Immigration

Bush Administration Exemption Allowed Contractors To Steal Wages From Katrina Reconstruction Workers

CREDIT: (Credit: AP/Morry Gash)

Chuck Beaver of Long Beach, Miss., works to tear down a sign along Highway 90 Friday, Sept. 30, 2005, in Biloxi, Miss.

Though thousands of Latino workers rebuilt New Orleans during the post-Hurricane Katrina recovery, many still have not been repaid for their efforts, NBC News reported.

Latino workers, some of whom are undocumented, went to New Orleans in the days and weeks following the disaster to help with reconstruction efforts and debris and mold removal. But even a decade later, many remain underpaid or unpaid. Over the past few years, the Workplace Justice Project, an organization that gives free legal assistance to help mostly Latino workers recoup their lost wages, has filed claims to try to recover more than $700,000 in stolen wages.

According to an Americas Society and Council of the Americas study, legal and undocumented Latino workers directly contributed to making 86.9 percent of the houses habitable in the six surrounding New Orleans parishes after Hurricane Katrina. And a 2006 University of Berkeley and Tulane University study found that the reconstruction workforce in New Orleans comprised of 45 percent of construction workers who were Latino, of whom at least 54 percent were undocumented.

Santos Alvarado, a legal Honduran immigrant granted temporary protected status, was one of the workers allegedly whose wages were allegedly stiffed. A contractor hired him to work 12-hour days to clean hospitals, schools, and government buildings. The contractor left to Texas without any intention to pay him or his three family members. The contractor “ended up owing us a total of $12,000 for the work that we did for about a month,” Alvarado told NBC News. Alvarado said that it was commonplace for contractors to withhold wages and to threaten workers with deportation.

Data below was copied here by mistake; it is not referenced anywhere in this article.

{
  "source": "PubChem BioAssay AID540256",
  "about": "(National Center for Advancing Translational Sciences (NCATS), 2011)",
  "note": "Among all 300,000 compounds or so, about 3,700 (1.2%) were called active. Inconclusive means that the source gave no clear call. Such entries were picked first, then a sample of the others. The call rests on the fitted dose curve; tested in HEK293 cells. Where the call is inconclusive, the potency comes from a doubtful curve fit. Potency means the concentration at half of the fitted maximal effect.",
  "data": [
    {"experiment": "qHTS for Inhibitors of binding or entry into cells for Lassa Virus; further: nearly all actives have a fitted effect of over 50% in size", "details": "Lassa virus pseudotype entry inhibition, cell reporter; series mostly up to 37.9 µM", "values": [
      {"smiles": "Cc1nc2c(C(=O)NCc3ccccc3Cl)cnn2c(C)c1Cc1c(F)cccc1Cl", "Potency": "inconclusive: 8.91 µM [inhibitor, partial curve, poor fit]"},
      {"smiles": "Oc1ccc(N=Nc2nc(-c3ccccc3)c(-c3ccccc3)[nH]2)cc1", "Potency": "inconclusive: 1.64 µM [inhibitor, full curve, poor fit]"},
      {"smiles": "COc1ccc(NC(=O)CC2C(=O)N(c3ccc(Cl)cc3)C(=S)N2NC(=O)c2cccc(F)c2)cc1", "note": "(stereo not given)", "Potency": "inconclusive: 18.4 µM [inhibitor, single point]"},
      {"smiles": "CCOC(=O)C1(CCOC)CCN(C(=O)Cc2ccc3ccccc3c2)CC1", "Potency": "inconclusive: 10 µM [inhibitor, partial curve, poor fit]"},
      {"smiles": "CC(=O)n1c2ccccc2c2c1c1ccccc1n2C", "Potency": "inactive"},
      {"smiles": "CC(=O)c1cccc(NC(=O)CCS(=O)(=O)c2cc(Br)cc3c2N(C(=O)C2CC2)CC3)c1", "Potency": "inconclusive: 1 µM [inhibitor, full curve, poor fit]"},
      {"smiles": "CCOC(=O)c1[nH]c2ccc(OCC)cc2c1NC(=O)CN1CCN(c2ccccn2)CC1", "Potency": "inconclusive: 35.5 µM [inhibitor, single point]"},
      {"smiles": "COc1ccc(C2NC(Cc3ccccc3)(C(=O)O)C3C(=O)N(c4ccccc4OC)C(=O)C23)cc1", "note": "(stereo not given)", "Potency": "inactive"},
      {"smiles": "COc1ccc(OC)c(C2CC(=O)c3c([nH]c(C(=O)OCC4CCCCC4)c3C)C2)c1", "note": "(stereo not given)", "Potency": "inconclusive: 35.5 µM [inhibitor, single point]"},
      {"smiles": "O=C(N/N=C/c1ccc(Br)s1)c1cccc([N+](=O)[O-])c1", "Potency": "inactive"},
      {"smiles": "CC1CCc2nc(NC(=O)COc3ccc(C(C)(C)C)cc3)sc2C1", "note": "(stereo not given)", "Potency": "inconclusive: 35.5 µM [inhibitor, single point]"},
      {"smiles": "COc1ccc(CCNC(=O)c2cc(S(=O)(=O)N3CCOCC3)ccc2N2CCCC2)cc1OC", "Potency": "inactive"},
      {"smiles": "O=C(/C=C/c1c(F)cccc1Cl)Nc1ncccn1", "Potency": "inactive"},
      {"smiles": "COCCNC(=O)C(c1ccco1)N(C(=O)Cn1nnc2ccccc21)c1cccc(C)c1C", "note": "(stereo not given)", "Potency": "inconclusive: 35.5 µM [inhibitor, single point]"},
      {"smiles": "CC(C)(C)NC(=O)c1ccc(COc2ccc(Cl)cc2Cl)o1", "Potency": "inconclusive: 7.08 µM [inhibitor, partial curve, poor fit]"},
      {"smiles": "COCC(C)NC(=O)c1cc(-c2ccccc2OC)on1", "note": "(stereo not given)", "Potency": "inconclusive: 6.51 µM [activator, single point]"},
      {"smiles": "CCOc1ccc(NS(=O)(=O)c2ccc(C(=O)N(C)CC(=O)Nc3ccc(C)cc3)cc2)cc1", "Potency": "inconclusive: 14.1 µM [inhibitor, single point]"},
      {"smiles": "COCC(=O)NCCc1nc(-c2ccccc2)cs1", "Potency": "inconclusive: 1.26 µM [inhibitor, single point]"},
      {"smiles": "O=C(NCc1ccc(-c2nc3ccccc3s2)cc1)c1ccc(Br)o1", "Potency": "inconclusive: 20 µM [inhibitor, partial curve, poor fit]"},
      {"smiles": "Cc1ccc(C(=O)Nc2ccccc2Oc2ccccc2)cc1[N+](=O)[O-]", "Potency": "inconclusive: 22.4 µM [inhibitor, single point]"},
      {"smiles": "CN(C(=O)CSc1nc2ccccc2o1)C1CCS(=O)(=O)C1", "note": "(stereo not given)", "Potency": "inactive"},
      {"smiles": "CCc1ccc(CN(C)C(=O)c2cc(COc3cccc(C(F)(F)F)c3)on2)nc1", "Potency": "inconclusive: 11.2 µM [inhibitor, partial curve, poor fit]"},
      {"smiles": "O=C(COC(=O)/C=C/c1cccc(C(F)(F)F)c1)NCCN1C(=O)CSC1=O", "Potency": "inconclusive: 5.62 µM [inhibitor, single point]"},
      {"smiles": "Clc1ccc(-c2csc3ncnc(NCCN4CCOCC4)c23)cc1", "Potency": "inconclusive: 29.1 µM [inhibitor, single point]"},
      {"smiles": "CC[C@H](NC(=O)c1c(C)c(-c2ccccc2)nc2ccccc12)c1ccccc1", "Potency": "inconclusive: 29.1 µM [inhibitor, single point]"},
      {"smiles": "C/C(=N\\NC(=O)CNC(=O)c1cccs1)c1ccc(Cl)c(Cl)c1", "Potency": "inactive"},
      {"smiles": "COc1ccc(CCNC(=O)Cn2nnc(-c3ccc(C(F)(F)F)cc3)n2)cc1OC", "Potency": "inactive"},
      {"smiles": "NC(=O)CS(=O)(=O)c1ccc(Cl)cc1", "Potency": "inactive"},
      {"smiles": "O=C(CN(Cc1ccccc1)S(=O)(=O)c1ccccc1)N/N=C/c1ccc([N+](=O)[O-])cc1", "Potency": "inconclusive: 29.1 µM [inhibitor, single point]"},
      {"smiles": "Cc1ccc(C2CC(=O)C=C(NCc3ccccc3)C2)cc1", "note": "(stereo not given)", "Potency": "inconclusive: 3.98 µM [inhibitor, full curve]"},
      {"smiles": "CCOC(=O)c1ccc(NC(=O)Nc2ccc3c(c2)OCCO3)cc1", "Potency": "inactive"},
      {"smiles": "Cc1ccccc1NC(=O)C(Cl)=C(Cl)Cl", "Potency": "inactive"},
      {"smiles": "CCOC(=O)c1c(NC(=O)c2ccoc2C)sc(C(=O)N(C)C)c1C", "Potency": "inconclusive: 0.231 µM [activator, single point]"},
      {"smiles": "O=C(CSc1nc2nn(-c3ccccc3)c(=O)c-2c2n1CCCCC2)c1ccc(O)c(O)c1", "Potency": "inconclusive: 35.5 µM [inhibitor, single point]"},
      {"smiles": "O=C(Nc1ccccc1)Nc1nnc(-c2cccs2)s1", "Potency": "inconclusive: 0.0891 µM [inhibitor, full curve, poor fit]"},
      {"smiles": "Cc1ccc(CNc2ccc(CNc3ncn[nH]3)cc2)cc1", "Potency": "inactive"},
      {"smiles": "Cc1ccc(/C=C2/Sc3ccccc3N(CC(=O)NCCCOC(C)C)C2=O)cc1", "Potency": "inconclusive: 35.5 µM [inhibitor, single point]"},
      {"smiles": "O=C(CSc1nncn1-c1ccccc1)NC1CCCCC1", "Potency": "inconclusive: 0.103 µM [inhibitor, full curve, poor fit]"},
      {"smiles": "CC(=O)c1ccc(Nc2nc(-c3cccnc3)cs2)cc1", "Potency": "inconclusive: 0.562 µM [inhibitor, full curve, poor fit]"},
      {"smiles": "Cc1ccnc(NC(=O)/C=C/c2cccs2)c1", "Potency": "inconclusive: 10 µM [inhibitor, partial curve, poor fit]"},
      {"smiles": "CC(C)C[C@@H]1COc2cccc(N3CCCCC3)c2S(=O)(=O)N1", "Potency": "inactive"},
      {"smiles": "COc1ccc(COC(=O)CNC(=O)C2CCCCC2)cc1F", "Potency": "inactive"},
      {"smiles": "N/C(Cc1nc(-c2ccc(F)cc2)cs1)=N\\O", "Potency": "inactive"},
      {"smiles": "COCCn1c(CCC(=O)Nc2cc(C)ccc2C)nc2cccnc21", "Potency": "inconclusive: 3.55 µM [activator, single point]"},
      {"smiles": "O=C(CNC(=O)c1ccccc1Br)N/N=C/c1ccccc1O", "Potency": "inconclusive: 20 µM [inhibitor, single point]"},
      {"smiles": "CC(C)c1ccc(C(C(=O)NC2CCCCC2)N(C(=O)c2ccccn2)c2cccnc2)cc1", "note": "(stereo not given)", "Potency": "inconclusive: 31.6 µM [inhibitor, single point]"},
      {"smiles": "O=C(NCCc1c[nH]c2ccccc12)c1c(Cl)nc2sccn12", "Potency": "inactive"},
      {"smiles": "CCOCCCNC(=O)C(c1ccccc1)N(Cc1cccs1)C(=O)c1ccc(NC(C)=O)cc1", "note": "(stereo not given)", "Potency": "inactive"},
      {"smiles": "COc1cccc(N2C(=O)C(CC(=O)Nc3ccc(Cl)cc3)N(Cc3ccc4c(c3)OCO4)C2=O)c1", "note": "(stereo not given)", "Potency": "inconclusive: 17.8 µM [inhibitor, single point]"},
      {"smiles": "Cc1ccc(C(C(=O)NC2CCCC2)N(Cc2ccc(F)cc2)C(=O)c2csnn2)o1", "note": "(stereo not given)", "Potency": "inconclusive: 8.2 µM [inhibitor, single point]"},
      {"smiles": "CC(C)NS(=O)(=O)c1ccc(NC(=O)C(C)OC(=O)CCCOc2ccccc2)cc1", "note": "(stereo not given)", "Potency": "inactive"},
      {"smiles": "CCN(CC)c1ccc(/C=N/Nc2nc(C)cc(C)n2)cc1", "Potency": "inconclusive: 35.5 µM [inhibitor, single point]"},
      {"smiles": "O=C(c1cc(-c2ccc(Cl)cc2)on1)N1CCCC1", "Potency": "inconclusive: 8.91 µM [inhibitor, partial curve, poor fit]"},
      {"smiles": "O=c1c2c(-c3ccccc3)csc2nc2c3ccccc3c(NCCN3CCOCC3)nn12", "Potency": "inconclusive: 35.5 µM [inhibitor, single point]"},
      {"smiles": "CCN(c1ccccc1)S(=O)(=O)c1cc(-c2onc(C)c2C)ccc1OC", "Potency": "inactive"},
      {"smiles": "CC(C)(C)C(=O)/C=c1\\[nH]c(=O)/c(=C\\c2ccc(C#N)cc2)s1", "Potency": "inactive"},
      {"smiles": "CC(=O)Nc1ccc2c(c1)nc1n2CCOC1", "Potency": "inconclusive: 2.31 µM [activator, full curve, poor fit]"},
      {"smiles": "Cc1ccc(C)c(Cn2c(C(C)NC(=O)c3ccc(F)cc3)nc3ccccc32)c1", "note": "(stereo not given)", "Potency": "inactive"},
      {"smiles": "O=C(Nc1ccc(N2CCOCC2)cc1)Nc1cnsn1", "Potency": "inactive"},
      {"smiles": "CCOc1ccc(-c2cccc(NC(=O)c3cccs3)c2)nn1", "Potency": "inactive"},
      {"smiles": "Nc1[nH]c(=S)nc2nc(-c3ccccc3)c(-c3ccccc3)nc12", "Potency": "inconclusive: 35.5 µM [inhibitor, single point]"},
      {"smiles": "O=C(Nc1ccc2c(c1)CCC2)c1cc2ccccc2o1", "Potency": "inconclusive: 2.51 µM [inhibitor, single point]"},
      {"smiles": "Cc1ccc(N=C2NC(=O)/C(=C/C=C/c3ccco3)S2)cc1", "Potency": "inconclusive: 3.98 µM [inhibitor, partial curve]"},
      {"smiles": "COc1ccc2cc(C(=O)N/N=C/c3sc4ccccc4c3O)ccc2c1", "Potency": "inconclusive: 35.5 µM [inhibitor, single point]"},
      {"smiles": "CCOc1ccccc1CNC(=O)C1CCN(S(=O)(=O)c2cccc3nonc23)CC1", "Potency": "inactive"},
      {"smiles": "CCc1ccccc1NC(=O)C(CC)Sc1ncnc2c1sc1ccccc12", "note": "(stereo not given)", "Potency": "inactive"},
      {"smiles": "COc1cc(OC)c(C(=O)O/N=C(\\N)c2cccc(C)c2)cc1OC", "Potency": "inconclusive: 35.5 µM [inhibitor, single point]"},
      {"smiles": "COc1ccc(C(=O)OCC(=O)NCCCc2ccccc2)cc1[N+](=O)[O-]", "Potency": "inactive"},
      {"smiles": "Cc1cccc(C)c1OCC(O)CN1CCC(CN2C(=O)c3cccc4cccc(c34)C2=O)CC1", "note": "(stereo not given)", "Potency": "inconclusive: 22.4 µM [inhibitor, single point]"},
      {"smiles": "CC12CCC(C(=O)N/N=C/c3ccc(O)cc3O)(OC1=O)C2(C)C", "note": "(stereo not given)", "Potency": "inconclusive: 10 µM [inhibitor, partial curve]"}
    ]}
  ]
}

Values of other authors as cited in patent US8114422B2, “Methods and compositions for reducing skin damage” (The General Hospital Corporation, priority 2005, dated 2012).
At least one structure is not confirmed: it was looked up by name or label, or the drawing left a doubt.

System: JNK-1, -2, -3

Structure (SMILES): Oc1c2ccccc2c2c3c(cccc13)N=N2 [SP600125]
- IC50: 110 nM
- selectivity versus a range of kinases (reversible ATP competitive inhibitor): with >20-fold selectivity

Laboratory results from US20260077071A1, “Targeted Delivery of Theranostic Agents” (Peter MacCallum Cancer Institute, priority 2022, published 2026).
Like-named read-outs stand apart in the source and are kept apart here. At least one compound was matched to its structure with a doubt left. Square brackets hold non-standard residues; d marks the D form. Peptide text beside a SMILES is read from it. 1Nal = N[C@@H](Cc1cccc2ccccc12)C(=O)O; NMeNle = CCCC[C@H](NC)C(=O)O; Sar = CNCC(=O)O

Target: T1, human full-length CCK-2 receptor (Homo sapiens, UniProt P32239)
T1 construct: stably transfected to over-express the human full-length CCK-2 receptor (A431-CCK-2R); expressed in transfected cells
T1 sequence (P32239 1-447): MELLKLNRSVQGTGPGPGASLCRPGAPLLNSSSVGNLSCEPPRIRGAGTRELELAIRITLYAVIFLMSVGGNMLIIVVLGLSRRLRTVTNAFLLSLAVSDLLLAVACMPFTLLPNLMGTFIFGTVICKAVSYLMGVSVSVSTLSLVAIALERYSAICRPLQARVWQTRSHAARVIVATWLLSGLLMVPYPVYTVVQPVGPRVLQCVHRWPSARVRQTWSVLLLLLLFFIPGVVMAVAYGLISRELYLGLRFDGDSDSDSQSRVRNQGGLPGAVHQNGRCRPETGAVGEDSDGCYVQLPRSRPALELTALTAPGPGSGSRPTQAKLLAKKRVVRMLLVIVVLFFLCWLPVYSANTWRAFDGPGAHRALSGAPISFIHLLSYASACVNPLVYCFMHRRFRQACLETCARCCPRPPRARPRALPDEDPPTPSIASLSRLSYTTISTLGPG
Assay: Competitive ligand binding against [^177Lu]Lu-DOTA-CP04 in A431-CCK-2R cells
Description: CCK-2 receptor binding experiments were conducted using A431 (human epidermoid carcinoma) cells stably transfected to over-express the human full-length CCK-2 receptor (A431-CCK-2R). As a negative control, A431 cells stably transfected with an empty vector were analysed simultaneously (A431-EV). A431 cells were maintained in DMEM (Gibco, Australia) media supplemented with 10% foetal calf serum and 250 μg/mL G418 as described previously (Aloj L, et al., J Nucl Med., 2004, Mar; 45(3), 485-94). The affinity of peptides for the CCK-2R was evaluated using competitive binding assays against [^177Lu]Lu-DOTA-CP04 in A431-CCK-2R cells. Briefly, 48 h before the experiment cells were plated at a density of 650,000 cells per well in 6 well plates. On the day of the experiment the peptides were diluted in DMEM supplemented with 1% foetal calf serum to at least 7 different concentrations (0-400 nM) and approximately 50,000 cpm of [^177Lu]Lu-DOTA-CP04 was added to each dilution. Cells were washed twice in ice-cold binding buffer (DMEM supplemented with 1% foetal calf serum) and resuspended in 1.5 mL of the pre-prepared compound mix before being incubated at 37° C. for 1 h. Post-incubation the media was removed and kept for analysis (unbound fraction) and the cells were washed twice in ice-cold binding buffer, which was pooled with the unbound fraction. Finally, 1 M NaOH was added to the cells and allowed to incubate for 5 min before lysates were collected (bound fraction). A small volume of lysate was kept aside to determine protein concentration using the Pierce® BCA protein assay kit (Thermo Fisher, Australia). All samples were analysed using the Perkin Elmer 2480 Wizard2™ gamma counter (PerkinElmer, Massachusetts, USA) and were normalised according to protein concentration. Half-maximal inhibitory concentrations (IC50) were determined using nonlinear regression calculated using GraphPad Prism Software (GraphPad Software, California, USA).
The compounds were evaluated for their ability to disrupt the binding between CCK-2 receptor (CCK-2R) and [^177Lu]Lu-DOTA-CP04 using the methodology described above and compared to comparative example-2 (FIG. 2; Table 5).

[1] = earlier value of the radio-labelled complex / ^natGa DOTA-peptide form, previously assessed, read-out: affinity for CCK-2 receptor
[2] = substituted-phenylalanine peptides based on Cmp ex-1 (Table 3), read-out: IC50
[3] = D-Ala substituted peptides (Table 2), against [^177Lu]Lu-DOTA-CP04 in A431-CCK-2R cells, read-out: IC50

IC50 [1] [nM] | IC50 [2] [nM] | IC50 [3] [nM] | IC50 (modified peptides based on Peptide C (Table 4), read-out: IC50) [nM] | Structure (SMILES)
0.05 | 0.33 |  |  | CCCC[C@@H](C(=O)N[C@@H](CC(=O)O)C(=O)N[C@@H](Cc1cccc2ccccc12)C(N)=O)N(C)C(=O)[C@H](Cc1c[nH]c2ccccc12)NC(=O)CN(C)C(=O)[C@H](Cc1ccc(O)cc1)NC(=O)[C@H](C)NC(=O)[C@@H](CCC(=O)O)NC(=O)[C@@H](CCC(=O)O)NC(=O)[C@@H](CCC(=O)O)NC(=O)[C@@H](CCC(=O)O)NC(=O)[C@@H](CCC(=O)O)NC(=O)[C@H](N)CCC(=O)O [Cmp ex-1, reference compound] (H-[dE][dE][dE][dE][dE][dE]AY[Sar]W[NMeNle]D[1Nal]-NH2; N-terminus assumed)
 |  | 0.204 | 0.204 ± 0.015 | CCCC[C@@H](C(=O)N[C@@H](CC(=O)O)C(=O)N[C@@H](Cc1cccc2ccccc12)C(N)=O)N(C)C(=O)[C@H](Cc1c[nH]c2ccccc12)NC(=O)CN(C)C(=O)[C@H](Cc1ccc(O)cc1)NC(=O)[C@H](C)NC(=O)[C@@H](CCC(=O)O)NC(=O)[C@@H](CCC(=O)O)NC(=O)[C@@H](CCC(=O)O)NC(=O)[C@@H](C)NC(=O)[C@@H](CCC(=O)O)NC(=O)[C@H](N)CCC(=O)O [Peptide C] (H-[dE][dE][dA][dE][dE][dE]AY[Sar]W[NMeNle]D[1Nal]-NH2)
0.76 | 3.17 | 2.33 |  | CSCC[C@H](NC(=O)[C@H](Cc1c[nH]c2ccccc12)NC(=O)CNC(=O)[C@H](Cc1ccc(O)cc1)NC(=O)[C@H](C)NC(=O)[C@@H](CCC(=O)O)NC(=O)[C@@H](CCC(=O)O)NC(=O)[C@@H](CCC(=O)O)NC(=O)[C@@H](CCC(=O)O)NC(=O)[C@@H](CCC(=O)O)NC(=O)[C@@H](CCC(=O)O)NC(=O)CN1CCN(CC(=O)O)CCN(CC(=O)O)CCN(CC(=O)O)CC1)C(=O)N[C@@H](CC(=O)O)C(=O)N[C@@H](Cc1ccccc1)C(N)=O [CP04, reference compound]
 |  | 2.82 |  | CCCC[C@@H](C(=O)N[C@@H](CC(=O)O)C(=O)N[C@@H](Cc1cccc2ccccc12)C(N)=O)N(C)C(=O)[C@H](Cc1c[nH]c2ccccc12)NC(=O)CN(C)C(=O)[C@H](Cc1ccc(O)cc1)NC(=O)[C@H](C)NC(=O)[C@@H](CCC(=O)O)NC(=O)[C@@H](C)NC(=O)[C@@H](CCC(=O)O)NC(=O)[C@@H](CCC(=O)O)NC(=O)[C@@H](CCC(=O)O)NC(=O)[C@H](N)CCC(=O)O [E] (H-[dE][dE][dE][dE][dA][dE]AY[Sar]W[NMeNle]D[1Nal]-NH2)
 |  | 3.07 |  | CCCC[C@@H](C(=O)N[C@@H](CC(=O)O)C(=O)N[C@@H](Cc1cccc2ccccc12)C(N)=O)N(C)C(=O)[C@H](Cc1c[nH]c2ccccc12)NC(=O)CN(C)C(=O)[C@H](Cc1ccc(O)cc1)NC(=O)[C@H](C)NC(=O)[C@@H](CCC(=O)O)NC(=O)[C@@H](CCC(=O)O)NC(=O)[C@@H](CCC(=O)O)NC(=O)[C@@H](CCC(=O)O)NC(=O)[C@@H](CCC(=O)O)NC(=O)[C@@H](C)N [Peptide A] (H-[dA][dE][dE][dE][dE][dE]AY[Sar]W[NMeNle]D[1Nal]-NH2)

Contractors were able to get away with worker rights violations in part because the Bush administration suspended Department of Labor workplace regulations throughout the Gulf, which allowed employers to stop reporting the identity and legal documents of employees to federal authorities. But that also allowed companies to self-enforce workplace protection programs rather than rely on government oversight, a problem that left Latino day laborers vulnerable to negotiate workplace safety or labor conditions.

Wage theft problems have persisted for a while in the Gulf region. A 2007 Interfaith Worker Justice report found of 218 workers who worked in New Orleans during reconstruction efforts, 47 percent reported that they did not receive all the pay they were entitled to and 55 percent said that they received no overtime pay for hours worked beyond 40 hours per week. And it’s likely that toxic chemical exposure are continuing to go untreated — 58 percent of survey respondents said that they were exposed to dangerous substances like mold, contaminated water, and asbestos.

“The truth of the matter is, if you took the Latino presence out, this city would not have recovered the way it did,” Luz Molina, a law professor at Loyola University New Orleans, told NBC News. Molina founded the Workplace Justice Project. “There’s absolutely no way that there would’ve been enough workers.”